We'll get to the defense and what's ahead in the next post, but I want to follow up Part 1 of the offensive review with a few additional observations.
Harsin's play calling, continued. A few folks have griped that Texas abandoned the run too quickly, and though I can certainly understand how it may have seemed that way, it's just not accurate. If you want to see what abandoning the run looks like, go back and watch some of last year's games -- for example the 45 and 59 pass attempts against UCLA and Kansas State, respectively. This afternoon, even as our deficit grew Harsin continued to triy to get his offense into some kind of rhythm with the running game, but negative plays repeatedly put us in a position where we pretty much had to pass. Not counting UT's last drive before the first half (all passes because there was so little time left), the offense's rush/pass distribution through three quarters was 34 rush plays against 28 pass plays.
The thing is, Harsin's offensive approach is all about the rushing game, and all the things he can do to a defense when his offense is rushing the ball successfully. If you rewatch the game, or even spend a few minutes going over the play-by-play in the box score, you'll see that Harsin didn't abandon the run. What happened is that the run game couldn't sustain drives all on its own, and every time we passed, horrible things happened.
Sticking with that theme, others have griped that Harsin should have hit OU with more quick passes. I think that's probably right, to some degree, but as an indictment of Harsin's game plan today, it's pretty minor. First, that's easy to say after seeing how the rest of Texas' pass plays turned out; I don't know how much Harsin is to be blamed for thinking his passing offense was capable of more. And second, the fact of the matter is that we needed to do something substantial against OU's defense to prevent them from crowding the box and bringing heavy pressure with impunity. A few successful dink and dunks wasn't going to cut it.
The point is that while I'm certain that Harsin will have a longer list of things he's unhappy with about his performance today than any of us do, I'm not sure there's much more to this beyond addressing the foundational issues. Watching Texas today was like watching Ben Roethlisberger -- who's as great at making lemonades from lemons as any QB in the NFL -- and the Steelers offense the past couple Sundays: the line play allowed for so much defensive disruption that there's not much point in focusing on what the offense couldn't do in the face of it. Texas got whipped up front today so badly that there's no reason to read too much into anything that followed from that problem.
Fozzy Whittaker, hero. After four years insisting that Fozzy Whittaker was a great player waiting to happen, no one's been happier than me to see him start the season as he has, and it's a real shame that probably his finest effort to date came in such a lopsided loss. Still, give the senior credit for being Texas' lone playmaker today. He had 45 hard-earned yards on the ground, another 15 on a screen pass, and of course the brilliant 100-yard touchdown on a kickoff return. I'm proud as hell of the kid, and hope we do even more to put the ball in his hands going forward. He loosens up the defense and forces them to defend the width of the field.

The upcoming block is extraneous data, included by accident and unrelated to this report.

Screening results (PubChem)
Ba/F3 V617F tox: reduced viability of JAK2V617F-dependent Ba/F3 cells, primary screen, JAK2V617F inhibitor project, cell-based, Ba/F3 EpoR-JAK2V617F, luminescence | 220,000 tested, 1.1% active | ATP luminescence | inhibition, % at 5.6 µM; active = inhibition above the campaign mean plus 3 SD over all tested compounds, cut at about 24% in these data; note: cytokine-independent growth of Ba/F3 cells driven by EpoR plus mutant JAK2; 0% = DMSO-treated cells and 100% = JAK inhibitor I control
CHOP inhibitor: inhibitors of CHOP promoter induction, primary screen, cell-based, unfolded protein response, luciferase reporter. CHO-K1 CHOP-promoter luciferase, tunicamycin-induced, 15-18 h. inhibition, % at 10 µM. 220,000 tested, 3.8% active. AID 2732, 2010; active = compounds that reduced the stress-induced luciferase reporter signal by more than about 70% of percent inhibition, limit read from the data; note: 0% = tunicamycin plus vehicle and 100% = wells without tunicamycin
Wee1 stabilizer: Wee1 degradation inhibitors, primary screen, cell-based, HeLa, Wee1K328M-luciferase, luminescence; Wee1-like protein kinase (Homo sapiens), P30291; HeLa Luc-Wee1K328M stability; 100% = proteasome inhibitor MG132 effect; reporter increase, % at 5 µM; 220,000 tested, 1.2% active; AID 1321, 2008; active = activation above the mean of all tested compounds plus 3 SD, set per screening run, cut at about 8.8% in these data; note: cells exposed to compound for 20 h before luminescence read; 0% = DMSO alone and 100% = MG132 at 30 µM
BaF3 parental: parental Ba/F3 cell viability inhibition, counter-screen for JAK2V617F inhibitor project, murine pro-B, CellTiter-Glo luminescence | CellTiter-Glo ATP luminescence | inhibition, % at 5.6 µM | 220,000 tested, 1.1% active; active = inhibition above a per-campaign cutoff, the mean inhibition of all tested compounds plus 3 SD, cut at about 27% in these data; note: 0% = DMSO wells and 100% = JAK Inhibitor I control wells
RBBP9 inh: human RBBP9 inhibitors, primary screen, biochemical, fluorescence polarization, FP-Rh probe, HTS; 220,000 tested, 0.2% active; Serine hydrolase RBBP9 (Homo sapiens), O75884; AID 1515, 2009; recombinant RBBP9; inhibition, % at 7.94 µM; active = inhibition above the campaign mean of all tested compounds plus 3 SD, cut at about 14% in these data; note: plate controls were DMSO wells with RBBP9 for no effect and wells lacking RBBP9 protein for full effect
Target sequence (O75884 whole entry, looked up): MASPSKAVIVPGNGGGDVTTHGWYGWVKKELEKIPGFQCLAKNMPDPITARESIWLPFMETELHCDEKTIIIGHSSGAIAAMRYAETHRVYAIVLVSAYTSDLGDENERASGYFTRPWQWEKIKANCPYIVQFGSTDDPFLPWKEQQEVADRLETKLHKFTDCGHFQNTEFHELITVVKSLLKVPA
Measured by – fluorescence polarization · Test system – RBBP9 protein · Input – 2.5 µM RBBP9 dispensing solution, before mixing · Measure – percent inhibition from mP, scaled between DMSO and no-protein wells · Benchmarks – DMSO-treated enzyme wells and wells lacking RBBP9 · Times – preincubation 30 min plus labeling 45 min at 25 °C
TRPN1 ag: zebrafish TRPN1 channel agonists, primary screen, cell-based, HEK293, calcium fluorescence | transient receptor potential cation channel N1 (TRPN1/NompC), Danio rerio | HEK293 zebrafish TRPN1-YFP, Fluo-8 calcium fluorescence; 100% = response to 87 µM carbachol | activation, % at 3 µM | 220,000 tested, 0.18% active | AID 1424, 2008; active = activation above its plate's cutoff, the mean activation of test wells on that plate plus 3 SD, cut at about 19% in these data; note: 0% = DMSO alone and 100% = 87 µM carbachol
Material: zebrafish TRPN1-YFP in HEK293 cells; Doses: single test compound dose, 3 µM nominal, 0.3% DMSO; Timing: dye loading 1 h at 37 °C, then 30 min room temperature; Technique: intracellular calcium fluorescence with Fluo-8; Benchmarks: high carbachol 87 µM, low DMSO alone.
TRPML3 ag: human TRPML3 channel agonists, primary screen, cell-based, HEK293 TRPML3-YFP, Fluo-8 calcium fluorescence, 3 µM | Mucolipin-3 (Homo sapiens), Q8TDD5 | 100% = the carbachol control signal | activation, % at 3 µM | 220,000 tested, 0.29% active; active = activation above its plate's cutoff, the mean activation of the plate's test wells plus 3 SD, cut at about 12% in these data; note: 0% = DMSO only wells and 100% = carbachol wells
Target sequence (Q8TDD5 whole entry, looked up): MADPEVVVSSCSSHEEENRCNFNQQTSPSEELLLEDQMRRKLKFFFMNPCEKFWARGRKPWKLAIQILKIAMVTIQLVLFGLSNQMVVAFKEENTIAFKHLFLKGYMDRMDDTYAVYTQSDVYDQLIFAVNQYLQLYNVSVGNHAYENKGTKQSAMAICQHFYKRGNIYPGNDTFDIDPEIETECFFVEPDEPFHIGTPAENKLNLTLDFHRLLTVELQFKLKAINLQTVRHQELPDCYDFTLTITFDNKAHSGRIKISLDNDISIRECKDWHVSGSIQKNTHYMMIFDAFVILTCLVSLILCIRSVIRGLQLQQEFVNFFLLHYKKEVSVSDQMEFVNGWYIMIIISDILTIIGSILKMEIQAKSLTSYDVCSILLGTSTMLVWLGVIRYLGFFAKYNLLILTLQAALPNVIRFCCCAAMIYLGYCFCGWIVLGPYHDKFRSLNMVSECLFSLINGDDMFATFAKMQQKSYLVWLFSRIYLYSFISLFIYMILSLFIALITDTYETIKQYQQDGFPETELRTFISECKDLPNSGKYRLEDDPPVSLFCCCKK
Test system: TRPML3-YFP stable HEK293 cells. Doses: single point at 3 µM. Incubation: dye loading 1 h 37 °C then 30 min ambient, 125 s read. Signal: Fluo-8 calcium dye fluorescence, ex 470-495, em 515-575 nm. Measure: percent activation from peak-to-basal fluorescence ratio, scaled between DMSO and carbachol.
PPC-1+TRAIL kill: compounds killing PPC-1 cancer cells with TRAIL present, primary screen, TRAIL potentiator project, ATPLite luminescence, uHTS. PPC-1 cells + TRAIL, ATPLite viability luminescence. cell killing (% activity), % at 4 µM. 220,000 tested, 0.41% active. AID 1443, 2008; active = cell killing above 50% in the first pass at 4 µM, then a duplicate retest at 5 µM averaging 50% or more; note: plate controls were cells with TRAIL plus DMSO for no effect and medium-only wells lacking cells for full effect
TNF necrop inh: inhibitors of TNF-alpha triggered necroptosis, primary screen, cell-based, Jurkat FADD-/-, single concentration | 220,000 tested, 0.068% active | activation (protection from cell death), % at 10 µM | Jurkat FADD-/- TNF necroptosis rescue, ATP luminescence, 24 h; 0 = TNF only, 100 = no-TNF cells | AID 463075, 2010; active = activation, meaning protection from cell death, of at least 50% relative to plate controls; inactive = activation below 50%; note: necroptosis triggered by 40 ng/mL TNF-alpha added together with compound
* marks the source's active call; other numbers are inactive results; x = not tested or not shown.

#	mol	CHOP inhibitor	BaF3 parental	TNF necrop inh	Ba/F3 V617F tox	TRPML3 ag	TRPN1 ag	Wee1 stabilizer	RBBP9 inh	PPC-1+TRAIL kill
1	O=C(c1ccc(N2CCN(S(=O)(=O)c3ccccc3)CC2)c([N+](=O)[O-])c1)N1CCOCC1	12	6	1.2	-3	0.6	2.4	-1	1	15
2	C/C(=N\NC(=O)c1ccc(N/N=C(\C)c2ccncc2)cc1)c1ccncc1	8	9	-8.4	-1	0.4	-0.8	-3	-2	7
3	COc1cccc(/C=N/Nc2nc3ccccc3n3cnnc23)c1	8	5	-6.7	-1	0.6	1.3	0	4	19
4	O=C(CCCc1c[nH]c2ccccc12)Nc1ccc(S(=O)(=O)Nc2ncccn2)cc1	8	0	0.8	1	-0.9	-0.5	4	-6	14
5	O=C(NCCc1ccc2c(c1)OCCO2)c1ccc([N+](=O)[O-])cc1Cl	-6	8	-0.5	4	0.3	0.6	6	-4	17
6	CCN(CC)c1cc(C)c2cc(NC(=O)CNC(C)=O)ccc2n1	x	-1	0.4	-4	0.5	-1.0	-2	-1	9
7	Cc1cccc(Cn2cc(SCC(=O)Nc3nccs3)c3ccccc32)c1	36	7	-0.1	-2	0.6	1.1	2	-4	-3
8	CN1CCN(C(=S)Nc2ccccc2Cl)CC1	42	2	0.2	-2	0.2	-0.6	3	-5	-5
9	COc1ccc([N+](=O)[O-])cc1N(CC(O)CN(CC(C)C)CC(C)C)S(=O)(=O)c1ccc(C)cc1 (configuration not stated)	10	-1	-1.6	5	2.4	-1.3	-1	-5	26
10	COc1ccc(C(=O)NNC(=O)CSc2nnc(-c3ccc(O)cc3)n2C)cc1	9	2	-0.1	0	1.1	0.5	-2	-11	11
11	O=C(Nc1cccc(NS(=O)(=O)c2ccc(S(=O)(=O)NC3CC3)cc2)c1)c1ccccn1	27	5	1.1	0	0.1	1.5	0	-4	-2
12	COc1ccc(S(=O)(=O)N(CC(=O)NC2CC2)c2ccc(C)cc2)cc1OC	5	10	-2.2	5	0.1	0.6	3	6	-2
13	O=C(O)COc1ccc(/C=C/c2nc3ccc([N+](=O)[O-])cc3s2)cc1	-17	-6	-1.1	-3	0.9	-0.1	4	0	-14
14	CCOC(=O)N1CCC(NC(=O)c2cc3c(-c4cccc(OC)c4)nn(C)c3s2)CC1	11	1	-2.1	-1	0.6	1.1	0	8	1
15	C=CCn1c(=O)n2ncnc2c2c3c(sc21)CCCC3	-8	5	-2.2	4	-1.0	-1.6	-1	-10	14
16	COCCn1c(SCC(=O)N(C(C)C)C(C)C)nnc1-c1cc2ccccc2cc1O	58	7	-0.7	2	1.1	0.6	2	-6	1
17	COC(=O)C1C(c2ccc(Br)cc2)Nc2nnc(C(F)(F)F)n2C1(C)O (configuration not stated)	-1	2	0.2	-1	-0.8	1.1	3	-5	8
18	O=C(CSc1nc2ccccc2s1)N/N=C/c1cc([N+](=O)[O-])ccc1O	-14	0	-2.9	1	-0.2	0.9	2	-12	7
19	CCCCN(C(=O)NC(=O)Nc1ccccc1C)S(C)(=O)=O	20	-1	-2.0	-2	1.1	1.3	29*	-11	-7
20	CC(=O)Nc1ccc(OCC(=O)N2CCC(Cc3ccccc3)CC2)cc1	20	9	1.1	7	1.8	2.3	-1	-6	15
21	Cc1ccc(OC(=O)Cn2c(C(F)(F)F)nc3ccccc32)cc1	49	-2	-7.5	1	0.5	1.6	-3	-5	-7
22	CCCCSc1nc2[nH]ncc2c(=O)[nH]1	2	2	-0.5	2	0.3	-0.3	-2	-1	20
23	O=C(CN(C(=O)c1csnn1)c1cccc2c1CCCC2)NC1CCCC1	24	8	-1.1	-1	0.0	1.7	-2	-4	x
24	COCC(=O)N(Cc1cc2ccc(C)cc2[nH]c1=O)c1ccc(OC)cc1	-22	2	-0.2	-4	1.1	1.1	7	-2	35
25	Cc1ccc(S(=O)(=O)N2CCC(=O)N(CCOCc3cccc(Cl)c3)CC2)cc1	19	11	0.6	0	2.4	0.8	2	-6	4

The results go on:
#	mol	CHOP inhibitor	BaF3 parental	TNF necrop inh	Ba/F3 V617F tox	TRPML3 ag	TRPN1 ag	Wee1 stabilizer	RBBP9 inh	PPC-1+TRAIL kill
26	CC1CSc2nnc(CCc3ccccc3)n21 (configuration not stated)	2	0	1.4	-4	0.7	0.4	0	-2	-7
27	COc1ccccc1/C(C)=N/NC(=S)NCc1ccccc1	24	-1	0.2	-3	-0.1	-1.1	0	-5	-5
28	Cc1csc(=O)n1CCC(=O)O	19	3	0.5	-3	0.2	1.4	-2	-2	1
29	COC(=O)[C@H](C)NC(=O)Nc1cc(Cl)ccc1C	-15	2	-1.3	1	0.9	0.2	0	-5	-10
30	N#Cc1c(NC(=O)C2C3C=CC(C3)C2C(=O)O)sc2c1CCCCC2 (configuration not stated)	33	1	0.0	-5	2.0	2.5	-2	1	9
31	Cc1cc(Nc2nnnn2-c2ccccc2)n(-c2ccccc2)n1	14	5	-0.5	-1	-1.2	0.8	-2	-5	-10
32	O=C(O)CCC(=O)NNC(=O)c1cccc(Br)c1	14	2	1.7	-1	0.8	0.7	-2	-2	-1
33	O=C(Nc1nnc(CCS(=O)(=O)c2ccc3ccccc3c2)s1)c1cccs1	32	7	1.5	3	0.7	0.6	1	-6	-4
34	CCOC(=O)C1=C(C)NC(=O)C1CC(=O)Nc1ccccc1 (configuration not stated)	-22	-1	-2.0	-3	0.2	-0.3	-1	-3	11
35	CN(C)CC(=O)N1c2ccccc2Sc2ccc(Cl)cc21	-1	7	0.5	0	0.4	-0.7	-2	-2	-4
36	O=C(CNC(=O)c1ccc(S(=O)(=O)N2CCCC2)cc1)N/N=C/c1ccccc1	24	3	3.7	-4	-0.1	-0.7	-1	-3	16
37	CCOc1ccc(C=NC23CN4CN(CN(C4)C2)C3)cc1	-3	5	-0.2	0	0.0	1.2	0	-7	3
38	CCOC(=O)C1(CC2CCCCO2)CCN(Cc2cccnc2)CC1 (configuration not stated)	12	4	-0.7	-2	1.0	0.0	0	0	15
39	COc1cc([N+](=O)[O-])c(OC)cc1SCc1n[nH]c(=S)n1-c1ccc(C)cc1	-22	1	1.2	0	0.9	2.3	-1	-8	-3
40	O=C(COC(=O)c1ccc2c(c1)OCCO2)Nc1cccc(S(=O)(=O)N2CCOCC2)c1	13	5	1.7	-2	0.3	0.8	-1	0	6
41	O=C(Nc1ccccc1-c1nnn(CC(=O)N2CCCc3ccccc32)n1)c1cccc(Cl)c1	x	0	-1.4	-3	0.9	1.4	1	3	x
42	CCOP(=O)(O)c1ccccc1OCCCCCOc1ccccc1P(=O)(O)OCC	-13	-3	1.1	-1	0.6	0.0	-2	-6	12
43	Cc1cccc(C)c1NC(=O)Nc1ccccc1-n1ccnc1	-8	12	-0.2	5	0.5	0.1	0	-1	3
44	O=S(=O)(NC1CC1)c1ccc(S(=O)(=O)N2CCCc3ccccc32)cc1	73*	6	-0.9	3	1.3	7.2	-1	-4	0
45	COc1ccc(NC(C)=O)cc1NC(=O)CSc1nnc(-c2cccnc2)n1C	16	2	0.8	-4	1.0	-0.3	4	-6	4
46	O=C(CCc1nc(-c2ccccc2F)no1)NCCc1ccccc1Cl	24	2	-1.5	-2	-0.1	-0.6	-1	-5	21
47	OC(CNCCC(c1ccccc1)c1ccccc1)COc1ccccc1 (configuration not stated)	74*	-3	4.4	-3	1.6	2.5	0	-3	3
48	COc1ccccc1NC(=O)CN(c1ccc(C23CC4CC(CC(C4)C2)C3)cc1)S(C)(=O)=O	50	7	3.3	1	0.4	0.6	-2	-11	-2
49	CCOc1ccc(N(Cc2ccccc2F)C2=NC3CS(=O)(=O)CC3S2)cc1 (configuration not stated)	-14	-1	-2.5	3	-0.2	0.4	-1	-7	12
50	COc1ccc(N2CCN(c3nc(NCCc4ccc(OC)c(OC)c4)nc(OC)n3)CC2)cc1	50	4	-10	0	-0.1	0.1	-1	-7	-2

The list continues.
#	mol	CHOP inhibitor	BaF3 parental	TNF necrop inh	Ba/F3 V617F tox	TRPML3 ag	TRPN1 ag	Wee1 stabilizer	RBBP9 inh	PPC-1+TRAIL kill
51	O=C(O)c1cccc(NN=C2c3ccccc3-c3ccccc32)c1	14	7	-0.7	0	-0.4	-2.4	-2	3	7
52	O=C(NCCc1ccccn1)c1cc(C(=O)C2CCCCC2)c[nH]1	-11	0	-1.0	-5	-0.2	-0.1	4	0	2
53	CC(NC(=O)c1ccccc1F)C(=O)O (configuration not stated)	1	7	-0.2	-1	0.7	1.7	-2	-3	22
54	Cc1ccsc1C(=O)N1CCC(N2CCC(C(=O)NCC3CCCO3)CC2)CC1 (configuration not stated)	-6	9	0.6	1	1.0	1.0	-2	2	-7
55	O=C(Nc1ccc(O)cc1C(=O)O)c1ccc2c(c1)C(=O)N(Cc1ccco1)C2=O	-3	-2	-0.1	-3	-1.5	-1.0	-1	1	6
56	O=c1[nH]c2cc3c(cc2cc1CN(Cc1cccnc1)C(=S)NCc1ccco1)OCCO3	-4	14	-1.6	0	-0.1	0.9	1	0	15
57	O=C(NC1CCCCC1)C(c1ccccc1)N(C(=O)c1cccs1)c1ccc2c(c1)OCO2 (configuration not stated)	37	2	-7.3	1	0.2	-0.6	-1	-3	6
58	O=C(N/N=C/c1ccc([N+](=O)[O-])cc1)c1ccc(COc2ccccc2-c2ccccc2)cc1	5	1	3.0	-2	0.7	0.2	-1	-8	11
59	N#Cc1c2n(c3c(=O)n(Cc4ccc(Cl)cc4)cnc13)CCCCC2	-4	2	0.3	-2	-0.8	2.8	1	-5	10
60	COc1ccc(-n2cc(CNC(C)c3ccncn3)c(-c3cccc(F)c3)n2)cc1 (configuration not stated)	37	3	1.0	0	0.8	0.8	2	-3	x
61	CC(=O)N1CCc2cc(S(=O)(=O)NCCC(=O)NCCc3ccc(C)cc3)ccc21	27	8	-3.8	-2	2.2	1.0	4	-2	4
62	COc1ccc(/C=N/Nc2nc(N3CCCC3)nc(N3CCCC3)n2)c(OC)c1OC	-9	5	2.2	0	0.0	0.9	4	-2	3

Looking ahead: Oklahoma State. Oklahoma State is the most dangerous team left on Texas' schedule, but it isn't because of the Cowboys' defense. Texas should be able to execute its intended offense this week, but the pace at which the OSU offense scores may have something to say about how quickly we'll have to ask our young quarterbacks to get back on the horse and be playmakers.
That's not a bad thing, and the dicier question is what Texas should do along the offensive line. After today, I'm not sure that Tray Allen is worth starting; not only is he struggling, but he's a senior, which is to say: not a part of the next offensive line to face OU. Left guard David Snow is also a senior, but he's had a stronger year to this point, and probably helps this team win now more than younger replacements would. Whatever Texas starts with, it seems prudent to insist that the upperclassmen either play well or step aside, because the moment this team doesn't have a chance to win the conference title, it's time to start building for the 2012 season.
As for the quarterbacks, everything Bryan Harsin wants to do is predicated on the ability to run the ball and punish over-aggressive defenses with big plays down the field, so assuming they don't find themselves in any more impossible situations like today, the two most important things by which Ash and McCoy should be judged are: (1) their improvement and understanding in the decision-making department, and (2) their ability to keep defenses honest and make plays down the field. Nobody's offense will work if a defense can load up the box and bring pressure like the Sooners could today.